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A Woman To Be Pitied
by [?]

Why is it that comparatively few women find intense enjoyment in life after middle age?

Why is it that you cannot duplicate among women such careers in old age as the careers of Spencer, Gladstone, Huxley, or any of the great men whose interest lies in mental activity and mental achievement?

One reason is this: A great majority of women are inclined to accept and adopt without question the ideas formed for them.


When a human being stops thinking, that human being’s life practically ends.

All over the country you may see thousands and hundreds of thousands of calm, settled, placid-faced, middle-aged women.

They admire themselves and they are admired generally. They ought to be pitied.

They think now on all subjects just as they thought ten or twenty or thirty years ago.

They view with horror things which they know nothing about. They reject opinions which they don’t understand; they have unlimited faith in matters of which they know absolutely nothing. —-

Every one pities a man whose existence and enjoyments are limited to the physical, sentimental side of life.

We all feel that a man of fifty, unless hard conditions and want have ground interest and vitality out of him, ought to be at his best. He ought to be active, alert, OPEN TO NEW IDEAS.

His mind is his one asset, and he should be constantly adding to his knowledge, to his observation, and therefore he should be constantly changing his mental point of view.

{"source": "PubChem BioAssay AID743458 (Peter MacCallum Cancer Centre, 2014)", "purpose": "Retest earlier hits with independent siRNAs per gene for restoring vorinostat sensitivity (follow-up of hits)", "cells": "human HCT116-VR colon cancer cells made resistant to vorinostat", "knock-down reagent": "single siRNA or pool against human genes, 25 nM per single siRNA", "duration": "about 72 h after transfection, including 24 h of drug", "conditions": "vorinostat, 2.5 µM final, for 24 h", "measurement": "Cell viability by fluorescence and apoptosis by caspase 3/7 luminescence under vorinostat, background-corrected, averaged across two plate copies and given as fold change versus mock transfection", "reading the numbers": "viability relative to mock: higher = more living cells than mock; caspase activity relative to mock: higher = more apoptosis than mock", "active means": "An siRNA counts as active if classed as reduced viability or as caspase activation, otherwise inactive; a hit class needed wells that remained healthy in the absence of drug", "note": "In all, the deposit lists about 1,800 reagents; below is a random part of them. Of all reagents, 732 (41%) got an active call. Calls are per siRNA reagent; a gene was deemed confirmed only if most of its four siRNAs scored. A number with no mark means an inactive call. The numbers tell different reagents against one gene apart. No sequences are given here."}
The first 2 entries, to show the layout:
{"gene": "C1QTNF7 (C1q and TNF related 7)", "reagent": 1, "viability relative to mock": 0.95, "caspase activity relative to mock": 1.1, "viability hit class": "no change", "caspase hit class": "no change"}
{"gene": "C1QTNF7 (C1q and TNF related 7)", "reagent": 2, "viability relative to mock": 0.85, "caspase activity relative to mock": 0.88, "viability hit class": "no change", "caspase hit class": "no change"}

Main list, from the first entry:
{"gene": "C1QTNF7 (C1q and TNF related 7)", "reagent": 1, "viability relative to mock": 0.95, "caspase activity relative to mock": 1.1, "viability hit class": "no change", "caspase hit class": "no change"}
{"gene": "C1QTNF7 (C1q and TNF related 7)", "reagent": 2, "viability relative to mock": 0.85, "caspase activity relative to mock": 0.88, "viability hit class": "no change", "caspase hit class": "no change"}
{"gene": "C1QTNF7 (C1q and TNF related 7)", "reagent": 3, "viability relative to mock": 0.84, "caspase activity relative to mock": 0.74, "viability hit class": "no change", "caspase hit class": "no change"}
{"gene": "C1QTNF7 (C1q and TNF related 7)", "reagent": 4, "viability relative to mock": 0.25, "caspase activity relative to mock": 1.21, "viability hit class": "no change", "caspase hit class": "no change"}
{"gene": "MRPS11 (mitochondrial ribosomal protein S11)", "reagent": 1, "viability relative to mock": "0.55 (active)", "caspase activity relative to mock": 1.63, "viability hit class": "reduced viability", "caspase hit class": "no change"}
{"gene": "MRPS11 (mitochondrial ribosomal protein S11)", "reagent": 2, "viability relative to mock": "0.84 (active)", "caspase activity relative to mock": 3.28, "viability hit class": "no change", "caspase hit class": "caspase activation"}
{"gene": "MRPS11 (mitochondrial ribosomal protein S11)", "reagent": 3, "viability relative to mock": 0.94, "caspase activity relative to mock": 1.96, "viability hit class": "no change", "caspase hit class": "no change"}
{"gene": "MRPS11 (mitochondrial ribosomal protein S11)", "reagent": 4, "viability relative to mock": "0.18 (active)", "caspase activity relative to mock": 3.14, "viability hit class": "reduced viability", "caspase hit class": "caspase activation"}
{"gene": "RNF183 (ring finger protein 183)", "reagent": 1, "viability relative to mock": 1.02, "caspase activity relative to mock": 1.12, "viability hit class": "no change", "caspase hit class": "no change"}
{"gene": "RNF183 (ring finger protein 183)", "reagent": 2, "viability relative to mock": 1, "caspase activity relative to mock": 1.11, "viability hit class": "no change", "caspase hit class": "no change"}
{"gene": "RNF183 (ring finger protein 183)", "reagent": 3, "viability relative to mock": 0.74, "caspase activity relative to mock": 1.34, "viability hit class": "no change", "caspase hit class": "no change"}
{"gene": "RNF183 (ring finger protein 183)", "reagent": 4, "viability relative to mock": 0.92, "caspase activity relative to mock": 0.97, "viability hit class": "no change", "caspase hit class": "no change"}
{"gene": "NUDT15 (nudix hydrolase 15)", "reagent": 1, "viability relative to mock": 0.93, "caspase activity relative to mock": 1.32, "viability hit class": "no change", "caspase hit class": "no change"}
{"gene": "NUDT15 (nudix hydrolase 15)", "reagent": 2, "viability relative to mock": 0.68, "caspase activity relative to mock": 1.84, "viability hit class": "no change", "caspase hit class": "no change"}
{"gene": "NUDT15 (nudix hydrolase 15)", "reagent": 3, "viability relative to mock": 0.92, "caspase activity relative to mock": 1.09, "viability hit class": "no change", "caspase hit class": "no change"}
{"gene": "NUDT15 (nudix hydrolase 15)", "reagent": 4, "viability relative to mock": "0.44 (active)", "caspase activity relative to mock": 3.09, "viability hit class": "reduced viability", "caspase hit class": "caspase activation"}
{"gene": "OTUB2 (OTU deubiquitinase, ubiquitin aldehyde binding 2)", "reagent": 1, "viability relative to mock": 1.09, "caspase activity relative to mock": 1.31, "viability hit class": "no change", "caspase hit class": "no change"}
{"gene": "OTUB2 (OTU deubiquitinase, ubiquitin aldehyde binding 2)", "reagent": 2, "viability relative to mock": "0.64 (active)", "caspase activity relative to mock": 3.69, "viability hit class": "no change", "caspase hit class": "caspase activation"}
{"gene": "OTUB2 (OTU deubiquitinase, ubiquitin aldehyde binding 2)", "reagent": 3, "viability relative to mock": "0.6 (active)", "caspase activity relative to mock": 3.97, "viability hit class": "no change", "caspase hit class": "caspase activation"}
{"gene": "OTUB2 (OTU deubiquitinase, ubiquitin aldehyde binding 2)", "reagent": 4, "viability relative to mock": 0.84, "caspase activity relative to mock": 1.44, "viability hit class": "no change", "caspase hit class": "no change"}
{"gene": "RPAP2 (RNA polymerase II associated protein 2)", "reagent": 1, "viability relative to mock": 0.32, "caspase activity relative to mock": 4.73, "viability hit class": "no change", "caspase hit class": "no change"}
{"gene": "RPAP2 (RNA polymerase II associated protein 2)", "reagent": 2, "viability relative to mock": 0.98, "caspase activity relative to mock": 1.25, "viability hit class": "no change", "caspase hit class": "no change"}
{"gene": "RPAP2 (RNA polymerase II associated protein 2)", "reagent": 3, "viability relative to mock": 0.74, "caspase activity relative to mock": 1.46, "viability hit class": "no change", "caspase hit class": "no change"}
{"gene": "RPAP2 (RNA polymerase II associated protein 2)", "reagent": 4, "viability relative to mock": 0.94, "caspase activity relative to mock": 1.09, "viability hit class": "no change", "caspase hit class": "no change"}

Many women suffer undoubtedly from the sentimental, physical and intellectual reaction caused by the cessation of the responsibility of maternity.

Such passionate affection, devotion and self-sacrifice are lavished upon the children that when they grow up nothing more seems worth while except to set them a good example.

Many other things are worth while: And as improving civilization frees women more and more from the endless cares of the petty household and the worries of poverty, the field for their mental development will steadily expand.

When woman shall have accomplished her greatest material duty, that of fully populating the earth, big families will no longer be known, not more than two years of any woman’s life will be devoted to the worries of infancy, and then woman will have to do her share of the world’s thinking and its original intellectual work. —-

For her own sake and for the sake of those about her, every woman, whatever her age, should realize that there is no old age for the brain well cared for.

Many men and women view with sentimental reverence the picture of a middle-aged lady, old before her time, sitting in her rocking-chair, knitting placidly, without one original thought in a month.

This sentimental idea is a false one.

The type of woman to be admired is Mrs. Julia Ward Howe, eighty-four years old, filling Carnegie Hall with her wonderful voice, thrilling with admiration all of those who listened to her, reciting with the greatest mental power her splendid battle hymn, “Mine Eyes Have Seen the Glory of the Coming of the Lord.”

THERE is a woman who enjoys her life. It is safe to say that the eighty-fourth year of her existence is as happy as any year that preceded it.

She is an old woman, and to most women that means sorrow and dulness. But she is happy, admired and useful, BECAUSE SHE THINKS.

There are in the United States hundreds of thousands of splendid brains going to waste among our women, because they do not realize the duty of using, to the last, all the intellectual power within them.